News and Reviews

The Car Doc on timing belts, moisture and headlights and buying from neighbors vs dealers

John Paul, aka “the Car Doctor,’’ answers readers’ car-related questions. Cars is your go-to resource for coverage of local car news, events, and reviews. In the market for a car or truck? Check out our new car specials and used car specials curated by our local dealer network.

Q. I have a 2007 Chrysler PT Cruiser with only 112,000 miles on it. The dealer says I am due for a new timing belt for almost $1,000. I know the car is almost 10 years old but it runs great and I hate to tinker with it while it is running so well. What’s the real scoop? I believe in the adage of it it’s not broke don’t break it. Should I keep driving or give in and get the work done?


A. You should certainly get the timing belt and associated components replaced. If the timing belt fails in the near future, the engine will be badly damaged and will cost much more than $1,000 to perform the necessary preventative maintenance now.

Q. I am in the market for a six to eight year old Jeep for my son to take to college in Vermont. Am I correct in believing that buying this car from a dealer is a safer bet for a better quality car than buying from a neighborhood used car dealer?

A. Many times, the local used car lot and dealers all buy vehicles from the same place, a used car auction. The advantage of a new car dealer is that they may get a low mileage trade in from a previous customer and this could be a better car. When buying any six to eight year old used car, my advice is that no matter where you purchased, have a used car inspection performed. If the technician finds any issues with the Jeep they should be fixed before the car is purchased.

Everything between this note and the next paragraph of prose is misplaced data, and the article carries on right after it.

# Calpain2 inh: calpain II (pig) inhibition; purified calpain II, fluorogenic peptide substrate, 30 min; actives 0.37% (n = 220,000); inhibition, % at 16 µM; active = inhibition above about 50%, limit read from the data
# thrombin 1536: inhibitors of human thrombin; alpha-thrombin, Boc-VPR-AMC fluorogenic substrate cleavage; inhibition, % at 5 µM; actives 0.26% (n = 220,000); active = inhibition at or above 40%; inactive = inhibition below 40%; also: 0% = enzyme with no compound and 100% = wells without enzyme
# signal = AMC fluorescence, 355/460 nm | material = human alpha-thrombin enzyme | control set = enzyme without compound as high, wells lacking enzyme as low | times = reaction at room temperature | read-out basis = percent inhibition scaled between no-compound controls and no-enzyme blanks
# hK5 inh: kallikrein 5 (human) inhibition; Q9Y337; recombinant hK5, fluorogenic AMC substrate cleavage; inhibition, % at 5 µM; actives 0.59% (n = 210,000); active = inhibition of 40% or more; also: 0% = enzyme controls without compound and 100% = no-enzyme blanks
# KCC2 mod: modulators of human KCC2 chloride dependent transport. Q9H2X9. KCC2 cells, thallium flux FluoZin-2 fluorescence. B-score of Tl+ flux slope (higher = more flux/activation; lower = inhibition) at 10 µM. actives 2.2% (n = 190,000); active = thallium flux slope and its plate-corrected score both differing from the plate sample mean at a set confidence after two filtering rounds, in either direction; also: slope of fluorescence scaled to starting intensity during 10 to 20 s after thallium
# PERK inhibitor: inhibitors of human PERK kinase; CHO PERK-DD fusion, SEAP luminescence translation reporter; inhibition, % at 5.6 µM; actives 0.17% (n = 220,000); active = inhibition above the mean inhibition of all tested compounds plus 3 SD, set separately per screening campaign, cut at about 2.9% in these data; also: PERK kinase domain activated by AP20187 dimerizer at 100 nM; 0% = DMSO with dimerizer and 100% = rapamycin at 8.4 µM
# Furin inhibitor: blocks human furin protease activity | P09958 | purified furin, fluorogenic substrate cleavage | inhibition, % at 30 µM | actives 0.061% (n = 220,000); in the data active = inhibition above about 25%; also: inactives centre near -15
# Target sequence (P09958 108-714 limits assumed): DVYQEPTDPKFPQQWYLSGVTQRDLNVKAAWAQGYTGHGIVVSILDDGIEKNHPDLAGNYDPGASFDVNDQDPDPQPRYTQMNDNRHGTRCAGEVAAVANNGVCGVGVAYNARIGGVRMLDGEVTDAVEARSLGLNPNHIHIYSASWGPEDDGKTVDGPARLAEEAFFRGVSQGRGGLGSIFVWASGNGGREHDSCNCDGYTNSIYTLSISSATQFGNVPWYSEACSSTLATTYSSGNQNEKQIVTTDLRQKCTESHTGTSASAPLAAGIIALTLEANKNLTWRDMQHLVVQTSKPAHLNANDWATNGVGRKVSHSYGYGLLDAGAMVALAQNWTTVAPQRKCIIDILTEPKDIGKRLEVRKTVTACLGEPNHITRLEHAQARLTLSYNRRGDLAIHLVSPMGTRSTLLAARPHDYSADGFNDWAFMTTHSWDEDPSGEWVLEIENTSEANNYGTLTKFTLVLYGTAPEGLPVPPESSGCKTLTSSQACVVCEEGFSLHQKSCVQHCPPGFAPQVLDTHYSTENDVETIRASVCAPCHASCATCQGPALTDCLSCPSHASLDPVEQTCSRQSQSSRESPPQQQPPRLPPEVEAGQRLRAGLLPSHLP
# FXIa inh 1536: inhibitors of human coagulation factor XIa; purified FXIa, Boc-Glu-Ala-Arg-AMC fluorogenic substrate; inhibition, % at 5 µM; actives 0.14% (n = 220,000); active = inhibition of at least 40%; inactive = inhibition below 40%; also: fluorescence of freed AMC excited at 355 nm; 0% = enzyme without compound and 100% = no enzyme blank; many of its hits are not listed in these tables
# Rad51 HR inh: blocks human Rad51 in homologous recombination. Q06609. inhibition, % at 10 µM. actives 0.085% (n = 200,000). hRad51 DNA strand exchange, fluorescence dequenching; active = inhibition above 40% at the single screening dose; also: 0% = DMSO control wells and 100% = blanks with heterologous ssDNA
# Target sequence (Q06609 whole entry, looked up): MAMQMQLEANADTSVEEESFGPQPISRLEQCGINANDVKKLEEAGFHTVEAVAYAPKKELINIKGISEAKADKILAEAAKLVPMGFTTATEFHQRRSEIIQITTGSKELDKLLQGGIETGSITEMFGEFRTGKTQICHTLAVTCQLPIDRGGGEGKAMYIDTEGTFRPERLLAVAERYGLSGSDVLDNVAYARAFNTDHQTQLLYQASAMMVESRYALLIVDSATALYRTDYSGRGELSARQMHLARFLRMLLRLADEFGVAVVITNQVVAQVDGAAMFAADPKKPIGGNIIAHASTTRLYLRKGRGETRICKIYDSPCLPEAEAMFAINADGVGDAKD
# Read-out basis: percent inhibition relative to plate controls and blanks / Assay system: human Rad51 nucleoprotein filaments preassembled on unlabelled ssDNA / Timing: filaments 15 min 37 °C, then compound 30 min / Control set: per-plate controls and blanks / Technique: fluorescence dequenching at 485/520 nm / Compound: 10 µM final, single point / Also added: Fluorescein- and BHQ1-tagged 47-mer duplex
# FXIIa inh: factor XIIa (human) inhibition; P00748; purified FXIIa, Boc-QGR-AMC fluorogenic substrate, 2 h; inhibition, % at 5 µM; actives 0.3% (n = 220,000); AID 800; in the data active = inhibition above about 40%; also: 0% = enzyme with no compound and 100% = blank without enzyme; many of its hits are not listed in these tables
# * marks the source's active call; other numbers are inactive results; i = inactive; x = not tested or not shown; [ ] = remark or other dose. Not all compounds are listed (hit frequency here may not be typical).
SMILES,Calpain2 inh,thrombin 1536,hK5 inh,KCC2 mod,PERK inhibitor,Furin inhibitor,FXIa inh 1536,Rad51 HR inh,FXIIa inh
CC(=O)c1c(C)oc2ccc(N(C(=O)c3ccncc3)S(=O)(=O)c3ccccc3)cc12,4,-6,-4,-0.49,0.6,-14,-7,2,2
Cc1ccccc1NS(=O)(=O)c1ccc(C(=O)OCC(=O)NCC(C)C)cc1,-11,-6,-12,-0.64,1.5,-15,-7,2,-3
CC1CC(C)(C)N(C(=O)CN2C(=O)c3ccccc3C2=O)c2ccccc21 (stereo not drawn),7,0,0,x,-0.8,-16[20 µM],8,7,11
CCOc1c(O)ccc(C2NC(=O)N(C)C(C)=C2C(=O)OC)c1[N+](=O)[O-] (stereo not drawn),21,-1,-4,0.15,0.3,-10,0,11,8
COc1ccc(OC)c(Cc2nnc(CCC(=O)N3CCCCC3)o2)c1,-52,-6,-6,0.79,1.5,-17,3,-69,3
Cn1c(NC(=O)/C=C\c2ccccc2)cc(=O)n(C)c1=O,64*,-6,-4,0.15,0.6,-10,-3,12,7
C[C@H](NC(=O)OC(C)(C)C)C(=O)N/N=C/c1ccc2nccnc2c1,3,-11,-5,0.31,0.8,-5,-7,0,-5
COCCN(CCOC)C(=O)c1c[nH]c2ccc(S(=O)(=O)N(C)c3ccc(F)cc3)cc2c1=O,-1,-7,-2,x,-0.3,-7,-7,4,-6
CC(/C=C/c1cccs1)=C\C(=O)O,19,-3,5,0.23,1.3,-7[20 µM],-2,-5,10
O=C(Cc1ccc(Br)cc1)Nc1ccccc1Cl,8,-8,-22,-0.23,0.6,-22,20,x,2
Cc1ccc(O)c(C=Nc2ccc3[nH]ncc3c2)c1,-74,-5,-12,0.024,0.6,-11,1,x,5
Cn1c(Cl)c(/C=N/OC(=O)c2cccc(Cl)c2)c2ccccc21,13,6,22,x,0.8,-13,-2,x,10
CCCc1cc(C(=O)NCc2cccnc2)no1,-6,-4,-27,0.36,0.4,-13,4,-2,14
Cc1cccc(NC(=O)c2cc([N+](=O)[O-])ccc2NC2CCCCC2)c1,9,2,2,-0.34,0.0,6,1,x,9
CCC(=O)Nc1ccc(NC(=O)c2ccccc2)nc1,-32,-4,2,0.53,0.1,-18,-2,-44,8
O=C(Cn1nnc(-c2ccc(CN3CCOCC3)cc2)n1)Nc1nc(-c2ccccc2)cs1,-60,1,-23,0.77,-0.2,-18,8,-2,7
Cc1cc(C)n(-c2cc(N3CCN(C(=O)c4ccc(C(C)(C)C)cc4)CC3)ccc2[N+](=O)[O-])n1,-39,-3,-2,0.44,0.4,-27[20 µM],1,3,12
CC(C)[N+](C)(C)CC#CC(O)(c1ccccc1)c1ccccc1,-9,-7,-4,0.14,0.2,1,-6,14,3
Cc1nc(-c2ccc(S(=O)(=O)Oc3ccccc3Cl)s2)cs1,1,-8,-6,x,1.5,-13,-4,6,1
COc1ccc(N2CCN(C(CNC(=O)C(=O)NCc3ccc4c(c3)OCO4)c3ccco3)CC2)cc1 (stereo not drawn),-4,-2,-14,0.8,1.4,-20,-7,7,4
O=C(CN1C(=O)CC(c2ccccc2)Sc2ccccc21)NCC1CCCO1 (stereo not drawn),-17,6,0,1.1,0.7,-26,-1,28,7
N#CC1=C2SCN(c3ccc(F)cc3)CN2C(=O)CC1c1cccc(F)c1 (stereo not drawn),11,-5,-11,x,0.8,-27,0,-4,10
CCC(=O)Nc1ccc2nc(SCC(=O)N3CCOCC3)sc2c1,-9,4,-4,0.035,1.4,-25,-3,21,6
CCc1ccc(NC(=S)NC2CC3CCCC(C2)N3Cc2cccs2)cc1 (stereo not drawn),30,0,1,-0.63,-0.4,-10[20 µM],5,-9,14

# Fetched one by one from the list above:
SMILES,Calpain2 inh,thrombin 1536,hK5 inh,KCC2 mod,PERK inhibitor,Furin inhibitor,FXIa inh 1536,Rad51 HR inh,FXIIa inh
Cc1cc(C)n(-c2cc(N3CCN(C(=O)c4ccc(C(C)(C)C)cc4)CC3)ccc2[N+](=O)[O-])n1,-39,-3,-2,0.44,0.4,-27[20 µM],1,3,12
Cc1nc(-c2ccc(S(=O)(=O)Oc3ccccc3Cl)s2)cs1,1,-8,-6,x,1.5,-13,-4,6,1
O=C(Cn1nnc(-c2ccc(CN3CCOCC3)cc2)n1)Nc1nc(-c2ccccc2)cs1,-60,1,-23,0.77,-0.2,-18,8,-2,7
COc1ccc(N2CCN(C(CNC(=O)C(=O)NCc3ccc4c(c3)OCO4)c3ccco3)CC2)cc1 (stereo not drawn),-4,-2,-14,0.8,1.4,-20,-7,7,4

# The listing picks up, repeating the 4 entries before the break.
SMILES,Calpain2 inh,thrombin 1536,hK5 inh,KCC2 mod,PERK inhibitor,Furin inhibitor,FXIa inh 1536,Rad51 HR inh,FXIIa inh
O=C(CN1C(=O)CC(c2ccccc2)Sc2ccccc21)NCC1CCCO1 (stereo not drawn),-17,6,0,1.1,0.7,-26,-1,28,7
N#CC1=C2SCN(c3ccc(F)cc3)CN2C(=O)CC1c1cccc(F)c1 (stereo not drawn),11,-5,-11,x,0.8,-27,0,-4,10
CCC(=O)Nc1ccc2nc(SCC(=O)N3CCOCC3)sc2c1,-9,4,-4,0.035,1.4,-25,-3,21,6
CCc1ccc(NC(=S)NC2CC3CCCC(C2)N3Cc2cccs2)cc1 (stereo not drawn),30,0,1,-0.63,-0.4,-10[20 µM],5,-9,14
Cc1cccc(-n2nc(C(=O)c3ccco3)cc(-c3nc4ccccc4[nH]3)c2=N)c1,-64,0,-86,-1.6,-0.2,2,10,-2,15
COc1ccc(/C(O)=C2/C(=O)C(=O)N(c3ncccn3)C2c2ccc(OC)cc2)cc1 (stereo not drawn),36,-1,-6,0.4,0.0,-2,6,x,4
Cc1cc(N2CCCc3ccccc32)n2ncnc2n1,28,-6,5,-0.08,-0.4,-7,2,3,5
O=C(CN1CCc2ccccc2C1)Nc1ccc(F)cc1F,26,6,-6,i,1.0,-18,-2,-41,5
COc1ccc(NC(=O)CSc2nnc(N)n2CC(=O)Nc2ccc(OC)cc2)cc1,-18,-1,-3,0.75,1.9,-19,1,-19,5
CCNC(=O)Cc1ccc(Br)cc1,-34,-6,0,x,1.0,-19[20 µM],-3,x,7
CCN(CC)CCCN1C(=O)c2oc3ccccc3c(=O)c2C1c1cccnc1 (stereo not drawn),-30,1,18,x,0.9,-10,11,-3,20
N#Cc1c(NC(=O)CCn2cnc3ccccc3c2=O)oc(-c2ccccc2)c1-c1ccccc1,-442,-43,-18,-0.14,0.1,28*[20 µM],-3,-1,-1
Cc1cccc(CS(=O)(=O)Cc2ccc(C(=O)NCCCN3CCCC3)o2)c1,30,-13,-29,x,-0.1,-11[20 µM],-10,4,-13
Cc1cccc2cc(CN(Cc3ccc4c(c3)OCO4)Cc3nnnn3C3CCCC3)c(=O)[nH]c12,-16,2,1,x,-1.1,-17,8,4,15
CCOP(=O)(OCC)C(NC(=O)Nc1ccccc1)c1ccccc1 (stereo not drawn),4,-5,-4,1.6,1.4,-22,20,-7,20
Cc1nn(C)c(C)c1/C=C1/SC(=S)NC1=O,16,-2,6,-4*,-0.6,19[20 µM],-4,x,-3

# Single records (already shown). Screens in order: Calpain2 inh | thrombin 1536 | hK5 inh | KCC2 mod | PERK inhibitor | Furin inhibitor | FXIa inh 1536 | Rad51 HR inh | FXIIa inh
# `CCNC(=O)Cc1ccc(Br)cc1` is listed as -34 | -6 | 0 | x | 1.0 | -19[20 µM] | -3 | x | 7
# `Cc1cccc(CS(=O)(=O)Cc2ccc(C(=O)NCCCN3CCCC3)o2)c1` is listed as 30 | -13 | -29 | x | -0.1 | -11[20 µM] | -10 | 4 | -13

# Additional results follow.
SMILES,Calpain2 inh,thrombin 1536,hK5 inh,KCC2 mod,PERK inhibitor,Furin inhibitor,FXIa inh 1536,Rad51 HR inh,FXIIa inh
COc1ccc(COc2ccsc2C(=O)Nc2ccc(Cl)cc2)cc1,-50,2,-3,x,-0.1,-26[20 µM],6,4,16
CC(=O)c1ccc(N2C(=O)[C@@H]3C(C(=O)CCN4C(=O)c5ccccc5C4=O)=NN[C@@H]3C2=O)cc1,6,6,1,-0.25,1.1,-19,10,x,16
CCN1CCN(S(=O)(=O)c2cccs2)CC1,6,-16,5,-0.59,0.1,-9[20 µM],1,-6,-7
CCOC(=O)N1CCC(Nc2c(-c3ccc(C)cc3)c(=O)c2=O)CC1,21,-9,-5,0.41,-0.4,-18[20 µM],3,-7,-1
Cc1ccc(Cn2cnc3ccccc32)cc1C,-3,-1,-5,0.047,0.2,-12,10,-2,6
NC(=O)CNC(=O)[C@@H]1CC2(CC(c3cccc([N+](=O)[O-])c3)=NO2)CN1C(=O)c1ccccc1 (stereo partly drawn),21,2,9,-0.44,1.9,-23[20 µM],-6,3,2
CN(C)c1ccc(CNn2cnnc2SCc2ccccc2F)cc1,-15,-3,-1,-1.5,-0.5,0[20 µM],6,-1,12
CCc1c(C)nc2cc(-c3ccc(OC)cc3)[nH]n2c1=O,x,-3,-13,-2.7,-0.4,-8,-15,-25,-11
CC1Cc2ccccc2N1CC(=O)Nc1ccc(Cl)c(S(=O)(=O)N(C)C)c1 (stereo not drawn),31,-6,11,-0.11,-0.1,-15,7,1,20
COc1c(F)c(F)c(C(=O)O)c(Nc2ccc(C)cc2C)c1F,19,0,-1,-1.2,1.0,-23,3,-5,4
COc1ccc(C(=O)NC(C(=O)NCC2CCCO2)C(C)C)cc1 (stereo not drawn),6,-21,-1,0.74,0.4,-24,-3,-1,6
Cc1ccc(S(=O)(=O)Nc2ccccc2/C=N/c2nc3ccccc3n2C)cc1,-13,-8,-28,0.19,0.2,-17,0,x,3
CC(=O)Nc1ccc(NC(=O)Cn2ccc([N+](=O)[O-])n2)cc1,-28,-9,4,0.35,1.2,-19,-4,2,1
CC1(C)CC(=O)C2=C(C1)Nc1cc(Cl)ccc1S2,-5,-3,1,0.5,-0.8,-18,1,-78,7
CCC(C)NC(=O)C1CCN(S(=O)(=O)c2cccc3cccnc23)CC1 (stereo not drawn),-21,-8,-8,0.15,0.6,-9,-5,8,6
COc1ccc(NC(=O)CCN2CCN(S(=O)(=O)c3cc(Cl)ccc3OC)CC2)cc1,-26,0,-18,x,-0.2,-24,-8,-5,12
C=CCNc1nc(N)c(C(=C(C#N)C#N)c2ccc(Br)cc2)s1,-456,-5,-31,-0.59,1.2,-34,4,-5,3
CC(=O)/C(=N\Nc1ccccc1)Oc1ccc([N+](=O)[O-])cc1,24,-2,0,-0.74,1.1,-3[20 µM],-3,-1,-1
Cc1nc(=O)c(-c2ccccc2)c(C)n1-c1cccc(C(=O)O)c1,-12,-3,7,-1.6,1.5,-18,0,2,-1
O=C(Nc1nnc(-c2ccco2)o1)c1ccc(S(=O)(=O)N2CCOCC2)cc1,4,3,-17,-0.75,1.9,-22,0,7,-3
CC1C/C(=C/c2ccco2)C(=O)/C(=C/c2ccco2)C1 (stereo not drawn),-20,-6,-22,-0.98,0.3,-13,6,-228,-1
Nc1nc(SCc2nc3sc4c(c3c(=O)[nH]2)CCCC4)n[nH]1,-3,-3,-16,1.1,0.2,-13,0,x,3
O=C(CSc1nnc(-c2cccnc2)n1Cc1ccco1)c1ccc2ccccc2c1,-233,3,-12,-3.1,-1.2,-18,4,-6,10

Q. I recently purchased a used Hyundai and after some recent rain I have noticed some moisture inside the headlights. The car is under warranty. Should I bring the car back to the dealer while it is still under warranty?


A. It is possible the seal for the bulb assembly is allowing some moisture into the headlamp capsule. I would bring the car back to the dealer and have them repair or replace the headlamp while the car is still under warranty.

Q. The rear brake pads are getting low on my Honda. What brand of pads would you recommend and where would you buy them? Would you just do the pads if the rotors look good? The car only has 37,000 miles on it and I plan on doing the repairs myself.

A. Brake pads vary in price and quality. The factory brake pads are always a good choice and cost about $60, and a good aftermarket pad such as Raybestos or Bendix costs about $25.00-$60.00 online. Ceramic brake pads tend to be the most expensive and will eliminate brake dust while still providing quiet stops. I have seen brake pads for your car as low as $6.95 but even as cheap as I am, I would want something better. If the brake rotors are okay, there is no need to resurface or replace them. As a reminder, AAA members get a discount at NAPA auto parts stores.

Q. My car has chrome wheels and recently while washing the car I noticed the tires are turning a brownish color. I tried cleaning them with tire cleaner but it didn’t help. What should I do?


A. Wheel cleaner that contains caustic chemicals will sometimes cause tires to turn brown. There are additives in the rubber of the tires that help prevent damage from the atmosphere, these chemicals are referred to as Antiozonants. To remove the brown color, start with a thorough cleaning with a stiff bristle brush and a good all-purpose cleaner. Once the tire is clean, then you will need to use some kind of rubber rejuvenator or tire dressing that restores the chemicals that were washed away.


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